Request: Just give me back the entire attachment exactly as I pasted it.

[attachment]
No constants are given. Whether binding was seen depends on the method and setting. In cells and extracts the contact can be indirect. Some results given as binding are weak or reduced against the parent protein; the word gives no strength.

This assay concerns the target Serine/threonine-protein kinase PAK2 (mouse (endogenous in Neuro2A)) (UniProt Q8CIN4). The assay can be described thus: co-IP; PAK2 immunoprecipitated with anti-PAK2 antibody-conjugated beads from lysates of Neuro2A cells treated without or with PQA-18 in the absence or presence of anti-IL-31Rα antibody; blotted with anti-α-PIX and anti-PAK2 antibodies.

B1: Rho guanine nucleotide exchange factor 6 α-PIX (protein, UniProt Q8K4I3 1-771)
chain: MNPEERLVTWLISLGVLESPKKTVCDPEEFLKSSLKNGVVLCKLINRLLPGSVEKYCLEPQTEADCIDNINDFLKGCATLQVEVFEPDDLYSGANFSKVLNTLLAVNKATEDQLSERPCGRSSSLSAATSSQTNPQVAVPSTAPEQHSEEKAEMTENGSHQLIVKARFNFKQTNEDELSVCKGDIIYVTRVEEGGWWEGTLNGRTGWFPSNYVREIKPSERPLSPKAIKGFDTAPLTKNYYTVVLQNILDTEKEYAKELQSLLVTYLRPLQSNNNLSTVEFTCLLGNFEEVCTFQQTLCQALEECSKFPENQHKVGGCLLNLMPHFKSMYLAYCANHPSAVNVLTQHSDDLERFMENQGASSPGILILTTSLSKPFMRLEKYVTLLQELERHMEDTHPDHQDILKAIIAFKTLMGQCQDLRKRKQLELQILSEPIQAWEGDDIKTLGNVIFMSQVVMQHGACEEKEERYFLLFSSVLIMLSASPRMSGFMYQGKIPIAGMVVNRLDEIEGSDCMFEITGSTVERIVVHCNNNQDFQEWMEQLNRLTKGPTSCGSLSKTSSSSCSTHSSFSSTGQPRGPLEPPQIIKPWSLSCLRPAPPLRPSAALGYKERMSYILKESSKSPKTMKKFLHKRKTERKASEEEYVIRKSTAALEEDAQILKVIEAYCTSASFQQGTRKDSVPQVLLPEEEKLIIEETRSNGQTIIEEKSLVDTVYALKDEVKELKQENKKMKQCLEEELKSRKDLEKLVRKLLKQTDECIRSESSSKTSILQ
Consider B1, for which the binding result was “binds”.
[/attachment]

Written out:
No constants are given. Whether binding was seen depends on the method and setting. In cells and extracts the contact can be indirect. Some results given as binding are weak or reduced against the parent protein; the word gives no strength.

This assay concerns the target Serine/threonine-protein kinase PAK2 (mouse (endogenous in Neuro2A)) (UniProt Q8CIN4). The assay can be described thus: co-IP; PAK2 immunoprecipitated with anti-PAK2 antibody-conjugated beads from lysates of Neuro2A cells treated without or with PQA-18 in the absence or presence of anti-IL-31Rα antibody; blotted with anti-α-PIX and anti-PAK2 antibodies.

B1: Rho guanine nucleotide exchange factor 6 α-PIX (protein, UniProt Q8K4I3 1-771)
chain: MNPEERLVTWLISLGVLESPKKTVCDPEEFLKSSLKNGVVLCKLINRLLPGSVEKYCLEPQTEADCIDNINDFLKGCATLQVEVFEPDDLYSGANFSKVLNTLLAVNKATEDQLSERPCGRSSSLSAATSSQTNPQVAVPSTAPEQHSEEKAEMTENGSHQLIVKARFNFKQTNEDELSVCKGDIIYVTRVEEGGWWEGTLNGRTGWFPSNYVREIKPSERPLSPKAIKGFDTAPLTKNYYTVVLQNILDTEKEYAKELQSLLVTYLRPLQSNNNLSTVEFTCLLGNFEEVCTFQQTLCQALEECSKFPENQHKVGGCLLNLMPHFKSMYLAYCANHPSAVNVLTQHSDDLERFMENQGASSPGILILTTSLSKPFMRLEKYVTLLQELERHMEDTHPDHQDILKAIIAFKTLMGQCQDLRKRKQLELQILSEPIQAWEGDDIKTLGNVIFMSQVVMQHGACEEKEERYFLLFSSVLIMLSASPRMSGFMYQGKIPIAGMVVNRLDEIEGSDCMFEITGSTVERIVVHCNNNQDFQEWMEQLNRLTKGPTSCGSLSKTSSSSCSTHSSFSSTGQPRGPLEPPQIIKPWSLSCLRPAPPLRPSAALGYKERMSYILKESSKSPKTMKKFLHKRKTERKASEEEYVIRKSTAALEEDAQILKVIEAYCTSASFQQGTRKDSVPQVLLPEEEKLIIEETRSNGQTIIEEKSLVDTVYALKDEVKELKQENKKMKQCLEEELKSRKDLEKLVRKLLKQTDECIRSESSSKTSILQ
Consider B1, for which the binding result was “binds”.